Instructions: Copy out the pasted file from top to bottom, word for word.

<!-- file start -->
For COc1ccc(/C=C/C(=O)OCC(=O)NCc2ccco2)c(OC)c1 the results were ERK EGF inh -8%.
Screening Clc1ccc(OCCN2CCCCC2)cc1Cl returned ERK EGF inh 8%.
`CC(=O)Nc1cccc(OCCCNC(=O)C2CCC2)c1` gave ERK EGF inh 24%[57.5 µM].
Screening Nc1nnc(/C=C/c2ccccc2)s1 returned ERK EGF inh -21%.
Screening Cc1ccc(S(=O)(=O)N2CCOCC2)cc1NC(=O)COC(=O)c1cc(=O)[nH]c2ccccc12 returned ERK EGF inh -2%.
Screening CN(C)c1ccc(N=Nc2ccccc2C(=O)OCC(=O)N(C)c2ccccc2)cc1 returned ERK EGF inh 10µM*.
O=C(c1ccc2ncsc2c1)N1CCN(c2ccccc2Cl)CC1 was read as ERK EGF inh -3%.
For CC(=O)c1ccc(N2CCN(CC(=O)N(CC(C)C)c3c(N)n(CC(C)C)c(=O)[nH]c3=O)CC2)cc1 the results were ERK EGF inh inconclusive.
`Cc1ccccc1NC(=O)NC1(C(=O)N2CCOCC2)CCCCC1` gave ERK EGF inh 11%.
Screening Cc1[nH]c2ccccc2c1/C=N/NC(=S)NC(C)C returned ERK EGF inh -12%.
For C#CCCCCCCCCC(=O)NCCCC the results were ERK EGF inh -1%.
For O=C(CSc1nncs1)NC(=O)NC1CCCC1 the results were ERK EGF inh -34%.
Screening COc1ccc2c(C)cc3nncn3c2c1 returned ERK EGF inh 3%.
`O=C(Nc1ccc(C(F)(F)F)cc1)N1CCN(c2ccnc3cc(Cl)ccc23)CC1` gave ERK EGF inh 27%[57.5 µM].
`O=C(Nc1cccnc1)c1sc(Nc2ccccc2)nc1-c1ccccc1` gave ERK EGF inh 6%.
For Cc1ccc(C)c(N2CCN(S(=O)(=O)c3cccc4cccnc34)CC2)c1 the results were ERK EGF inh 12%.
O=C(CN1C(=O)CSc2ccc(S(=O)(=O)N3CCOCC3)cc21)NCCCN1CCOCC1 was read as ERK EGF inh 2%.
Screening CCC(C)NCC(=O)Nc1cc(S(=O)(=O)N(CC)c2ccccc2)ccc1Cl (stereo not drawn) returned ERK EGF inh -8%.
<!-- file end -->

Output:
For COc1ccc(/C=C/C(=O)OCC(=O)NCc2ccco2)c(OC)c1 the results were ERK EGF inh -8%.
Screening Clc1ccc(OCCN2CCCCC2)cc1Cl returned ERK EGF inh 8%.
`CC(=O)Nc1cccc(OCCCNC(=O)C2CCC2)c1` gave ERK EGF inh 24%[57.5 µM].
Screening Nc1nnc(/C=C/c2ccccc2)s1 returned ERK EGF inh -21%.
Screening Cc1ccc(S(=O)(=O)N2CCOCC2)cc1NC(=O)COC(=O)c1cc(=O)[nH]c2ccccc12 returned ERK EGF inh -2%.
Screening CN(C)c1ccc(N=Nc2ccccc2C(=O)OCC(=O)N(C)c2ccccc2)cc1 returned ERK EGF inh 10µM*.
O=C(c1ccc2ncsc2c1)N1CCN(c2ccccc2Cl)CC1 was read as ERK EGF inh -3%.
For CC(=O)c1ccc(N2CCN(CC(=O)N(CC(C)C)c3c(N)n(CC(C)C)c(=O)[nH]c3=O)CC2)cc1 the results were ERK EGF inh inconclusive.
`Cc1ccccc1NC(=O)NC1(C(=O)N2CCOCC2)CCCCC1` gave ERK EGF inh 11%.
Screening Cc1[nH]c2ccccc2c1/C=N/NC(=S)NC(C)C returned ERK EGF inh -12%.
For C#CCCCCCCCCC(=O)NCCCC the results were ERK EGF inh -1%.
For O=C(CSc1nncs1)NC(=O)NC1CCCC1 the results were ERK EGF inh -34%.
Screening COc1ccc2c(C)cc3nncn3c2c1 returned ERK EGF inh 3%.
`O=C(Nc1ccc(C(F)(F)F)cc1)N1CCN(c2ccnc3cc(Cl)ccc23)CC1` gave ERK EGF inh 27%[57.5 µM].
`O=C(Nc1cccnc1)c1sc(Nc2ccccc2)nc1-c1ccccc1` gave ERK EGF inh 6%.
For Cc1ccc(C)c(N2CCN(S(=O)(=O)c3cccc4cccnc34)CC2)c1 the results were ERK EGF inh 12%.
O=C(CN1C(=O)CSc2ccc(S(=O)(=O)N3CCOCC3)cc21)NCCCN1CCOCC1 was read as ERK EGF inh 2%.
Screening CCC(C)NCC(=O)Nc1cc(S(=O)(=O)N(CC)c2ccccc2)ccc1Cl (stereo not drawn) returned ERK EGF inh -8%.